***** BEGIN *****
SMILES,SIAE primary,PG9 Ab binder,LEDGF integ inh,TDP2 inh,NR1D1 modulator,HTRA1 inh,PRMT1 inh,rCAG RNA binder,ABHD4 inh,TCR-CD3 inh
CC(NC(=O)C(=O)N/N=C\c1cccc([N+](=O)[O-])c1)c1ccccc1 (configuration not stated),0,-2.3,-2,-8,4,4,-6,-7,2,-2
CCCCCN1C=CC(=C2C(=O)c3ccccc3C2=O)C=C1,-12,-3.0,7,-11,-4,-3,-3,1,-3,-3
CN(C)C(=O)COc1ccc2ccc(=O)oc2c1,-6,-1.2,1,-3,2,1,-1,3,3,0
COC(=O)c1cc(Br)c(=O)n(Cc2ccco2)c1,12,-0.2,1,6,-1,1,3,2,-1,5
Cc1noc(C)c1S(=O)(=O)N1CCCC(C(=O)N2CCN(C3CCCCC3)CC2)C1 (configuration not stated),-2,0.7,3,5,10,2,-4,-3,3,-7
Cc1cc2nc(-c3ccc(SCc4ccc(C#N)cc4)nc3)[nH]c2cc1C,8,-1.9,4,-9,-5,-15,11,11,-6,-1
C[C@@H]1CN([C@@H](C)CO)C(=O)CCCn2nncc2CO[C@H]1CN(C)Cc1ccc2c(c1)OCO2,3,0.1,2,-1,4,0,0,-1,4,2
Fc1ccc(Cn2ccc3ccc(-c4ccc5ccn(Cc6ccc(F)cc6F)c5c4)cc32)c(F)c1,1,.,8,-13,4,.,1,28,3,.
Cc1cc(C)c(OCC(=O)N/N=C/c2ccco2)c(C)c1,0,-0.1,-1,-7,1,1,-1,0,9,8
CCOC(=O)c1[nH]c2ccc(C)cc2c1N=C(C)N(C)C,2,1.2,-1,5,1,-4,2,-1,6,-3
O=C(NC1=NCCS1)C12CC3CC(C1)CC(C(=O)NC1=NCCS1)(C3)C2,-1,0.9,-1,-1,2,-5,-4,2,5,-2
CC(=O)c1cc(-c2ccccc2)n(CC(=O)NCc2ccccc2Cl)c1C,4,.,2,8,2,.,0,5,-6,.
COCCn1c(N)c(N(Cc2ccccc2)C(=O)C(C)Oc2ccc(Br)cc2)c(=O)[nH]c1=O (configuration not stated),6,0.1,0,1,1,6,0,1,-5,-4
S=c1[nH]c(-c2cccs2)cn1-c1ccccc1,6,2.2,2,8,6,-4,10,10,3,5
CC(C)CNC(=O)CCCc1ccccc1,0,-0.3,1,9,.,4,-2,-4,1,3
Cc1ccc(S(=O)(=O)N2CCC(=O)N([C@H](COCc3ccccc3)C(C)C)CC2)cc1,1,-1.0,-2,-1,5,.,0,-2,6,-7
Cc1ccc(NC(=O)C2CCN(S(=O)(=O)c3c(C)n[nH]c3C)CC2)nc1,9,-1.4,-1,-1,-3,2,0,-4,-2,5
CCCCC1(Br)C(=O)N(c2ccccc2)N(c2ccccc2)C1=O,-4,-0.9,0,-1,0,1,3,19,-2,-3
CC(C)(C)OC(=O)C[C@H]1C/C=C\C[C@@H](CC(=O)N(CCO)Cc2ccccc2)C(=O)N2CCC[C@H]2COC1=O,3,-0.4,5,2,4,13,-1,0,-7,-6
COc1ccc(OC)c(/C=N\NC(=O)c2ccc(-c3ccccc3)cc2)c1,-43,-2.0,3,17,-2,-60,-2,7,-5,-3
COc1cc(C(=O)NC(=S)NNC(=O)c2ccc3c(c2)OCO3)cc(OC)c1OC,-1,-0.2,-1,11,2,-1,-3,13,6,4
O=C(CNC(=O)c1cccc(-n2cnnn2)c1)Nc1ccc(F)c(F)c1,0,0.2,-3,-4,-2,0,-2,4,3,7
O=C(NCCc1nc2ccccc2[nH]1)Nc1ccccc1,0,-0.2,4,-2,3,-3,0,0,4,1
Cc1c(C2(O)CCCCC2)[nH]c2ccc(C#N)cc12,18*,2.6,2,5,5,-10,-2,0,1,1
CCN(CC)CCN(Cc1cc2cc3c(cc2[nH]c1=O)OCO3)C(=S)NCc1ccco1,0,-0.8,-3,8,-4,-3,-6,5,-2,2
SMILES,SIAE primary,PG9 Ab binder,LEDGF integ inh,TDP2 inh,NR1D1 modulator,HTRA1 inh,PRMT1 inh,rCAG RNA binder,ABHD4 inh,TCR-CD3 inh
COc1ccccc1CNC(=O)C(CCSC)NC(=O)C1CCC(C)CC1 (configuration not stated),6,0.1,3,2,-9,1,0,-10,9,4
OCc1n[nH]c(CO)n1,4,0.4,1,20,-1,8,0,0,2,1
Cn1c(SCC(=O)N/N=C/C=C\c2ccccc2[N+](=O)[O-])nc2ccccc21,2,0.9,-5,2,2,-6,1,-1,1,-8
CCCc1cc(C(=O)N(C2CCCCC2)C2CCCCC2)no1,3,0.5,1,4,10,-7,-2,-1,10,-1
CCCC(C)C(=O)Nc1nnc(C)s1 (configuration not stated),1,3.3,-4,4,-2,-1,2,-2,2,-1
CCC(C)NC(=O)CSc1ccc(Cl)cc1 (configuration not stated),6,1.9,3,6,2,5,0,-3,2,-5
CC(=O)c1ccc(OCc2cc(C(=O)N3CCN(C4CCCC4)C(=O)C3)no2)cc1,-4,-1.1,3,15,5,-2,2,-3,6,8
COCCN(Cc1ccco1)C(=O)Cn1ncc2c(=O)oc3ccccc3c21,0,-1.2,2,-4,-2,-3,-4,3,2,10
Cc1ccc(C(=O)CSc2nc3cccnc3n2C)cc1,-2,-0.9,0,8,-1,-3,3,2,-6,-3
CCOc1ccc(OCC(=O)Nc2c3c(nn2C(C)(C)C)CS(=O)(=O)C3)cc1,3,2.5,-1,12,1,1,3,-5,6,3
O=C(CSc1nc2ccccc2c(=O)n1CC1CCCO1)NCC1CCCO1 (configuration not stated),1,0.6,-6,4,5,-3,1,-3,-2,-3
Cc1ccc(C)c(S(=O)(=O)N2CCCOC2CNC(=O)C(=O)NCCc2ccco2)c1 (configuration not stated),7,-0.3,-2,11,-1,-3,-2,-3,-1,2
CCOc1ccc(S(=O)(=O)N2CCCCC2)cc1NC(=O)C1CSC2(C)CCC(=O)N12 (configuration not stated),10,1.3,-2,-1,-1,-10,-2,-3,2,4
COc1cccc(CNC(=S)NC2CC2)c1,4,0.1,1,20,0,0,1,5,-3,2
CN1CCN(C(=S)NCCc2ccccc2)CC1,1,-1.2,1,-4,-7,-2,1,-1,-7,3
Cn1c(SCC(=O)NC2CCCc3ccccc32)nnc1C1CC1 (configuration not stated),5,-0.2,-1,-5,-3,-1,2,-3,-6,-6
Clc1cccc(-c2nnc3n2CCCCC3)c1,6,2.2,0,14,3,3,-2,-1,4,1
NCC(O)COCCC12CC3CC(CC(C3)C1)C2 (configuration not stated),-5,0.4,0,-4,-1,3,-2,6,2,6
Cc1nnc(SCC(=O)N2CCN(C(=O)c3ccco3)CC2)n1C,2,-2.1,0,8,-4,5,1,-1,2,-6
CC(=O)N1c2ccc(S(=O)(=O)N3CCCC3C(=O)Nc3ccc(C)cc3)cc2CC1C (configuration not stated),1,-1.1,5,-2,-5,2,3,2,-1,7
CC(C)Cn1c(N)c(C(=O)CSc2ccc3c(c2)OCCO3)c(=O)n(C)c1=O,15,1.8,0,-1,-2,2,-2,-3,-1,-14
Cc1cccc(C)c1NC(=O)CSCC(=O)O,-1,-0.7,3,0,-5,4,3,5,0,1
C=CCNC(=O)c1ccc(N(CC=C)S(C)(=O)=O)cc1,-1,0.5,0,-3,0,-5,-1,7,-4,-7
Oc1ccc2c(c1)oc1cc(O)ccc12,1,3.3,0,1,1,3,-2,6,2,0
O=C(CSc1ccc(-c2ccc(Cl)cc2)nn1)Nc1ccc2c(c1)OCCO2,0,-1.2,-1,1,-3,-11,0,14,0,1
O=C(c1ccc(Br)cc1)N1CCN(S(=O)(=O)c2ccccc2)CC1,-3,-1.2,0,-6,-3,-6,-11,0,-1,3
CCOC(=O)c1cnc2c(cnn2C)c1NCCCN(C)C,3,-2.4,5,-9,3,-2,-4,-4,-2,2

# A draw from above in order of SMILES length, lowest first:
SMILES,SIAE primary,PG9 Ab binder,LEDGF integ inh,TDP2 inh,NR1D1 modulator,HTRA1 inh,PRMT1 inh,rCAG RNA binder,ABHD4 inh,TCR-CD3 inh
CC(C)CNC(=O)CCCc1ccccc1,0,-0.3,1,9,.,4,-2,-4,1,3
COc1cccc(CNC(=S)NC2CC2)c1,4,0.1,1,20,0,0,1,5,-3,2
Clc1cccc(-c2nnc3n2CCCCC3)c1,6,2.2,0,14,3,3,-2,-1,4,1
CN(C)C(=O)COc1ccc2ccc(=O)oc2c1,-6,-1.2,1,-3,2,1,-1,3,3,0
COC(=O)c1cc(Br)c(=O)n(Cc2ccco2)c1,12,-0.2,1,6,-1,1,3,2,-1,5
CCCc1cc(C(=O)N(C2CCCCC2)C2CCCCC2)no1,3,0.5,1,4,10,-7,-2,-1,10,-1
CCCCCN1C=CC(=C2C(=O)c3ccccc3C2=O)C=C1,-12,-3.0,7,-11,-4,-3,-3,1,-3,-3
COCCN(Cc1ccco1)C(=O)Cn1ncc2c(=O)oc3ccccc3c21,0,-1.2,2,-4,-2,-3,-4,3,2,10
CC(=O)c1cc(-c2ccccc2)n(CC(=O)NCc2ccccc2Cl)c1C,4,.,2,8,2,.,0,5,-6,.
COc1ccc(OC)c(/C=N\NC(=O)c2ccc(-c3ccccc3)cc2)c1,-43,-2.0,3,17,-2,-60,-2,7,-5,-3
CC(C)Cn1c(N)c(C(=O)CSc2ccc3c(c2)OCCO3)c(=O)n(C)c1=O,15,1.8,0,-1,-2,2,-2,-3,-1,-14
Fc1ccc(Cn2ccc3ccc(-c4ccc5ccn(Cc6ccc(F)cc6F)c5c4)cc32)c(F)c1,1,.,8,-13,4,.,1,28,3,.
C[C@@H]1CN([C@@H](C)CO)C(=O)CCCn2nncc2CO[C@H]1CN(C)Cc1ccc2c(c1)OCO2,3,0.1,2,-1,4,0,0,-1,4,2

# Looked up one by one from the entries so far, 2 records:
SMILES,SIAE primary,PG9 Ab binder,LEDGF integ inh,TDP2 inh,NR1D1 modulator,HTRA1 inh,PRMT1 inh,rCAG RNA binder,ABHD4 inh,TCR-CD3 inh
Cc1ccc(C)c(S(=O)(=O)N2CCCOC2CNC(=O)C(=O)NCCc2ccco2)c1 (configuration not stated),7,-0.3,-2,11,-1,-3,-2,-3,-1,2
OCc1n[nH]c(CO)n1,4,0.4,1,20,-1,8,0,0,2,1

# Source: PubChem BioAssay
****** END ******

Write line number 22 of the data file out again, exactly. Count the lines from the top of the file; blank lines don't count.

COc1cc(C(=O)NC(=S)NNC(=O)c2ccc3c(c2)OCO3)cc(OC)c1OC,-1,-0.2,-1,11,2,-1,-3,13,6,4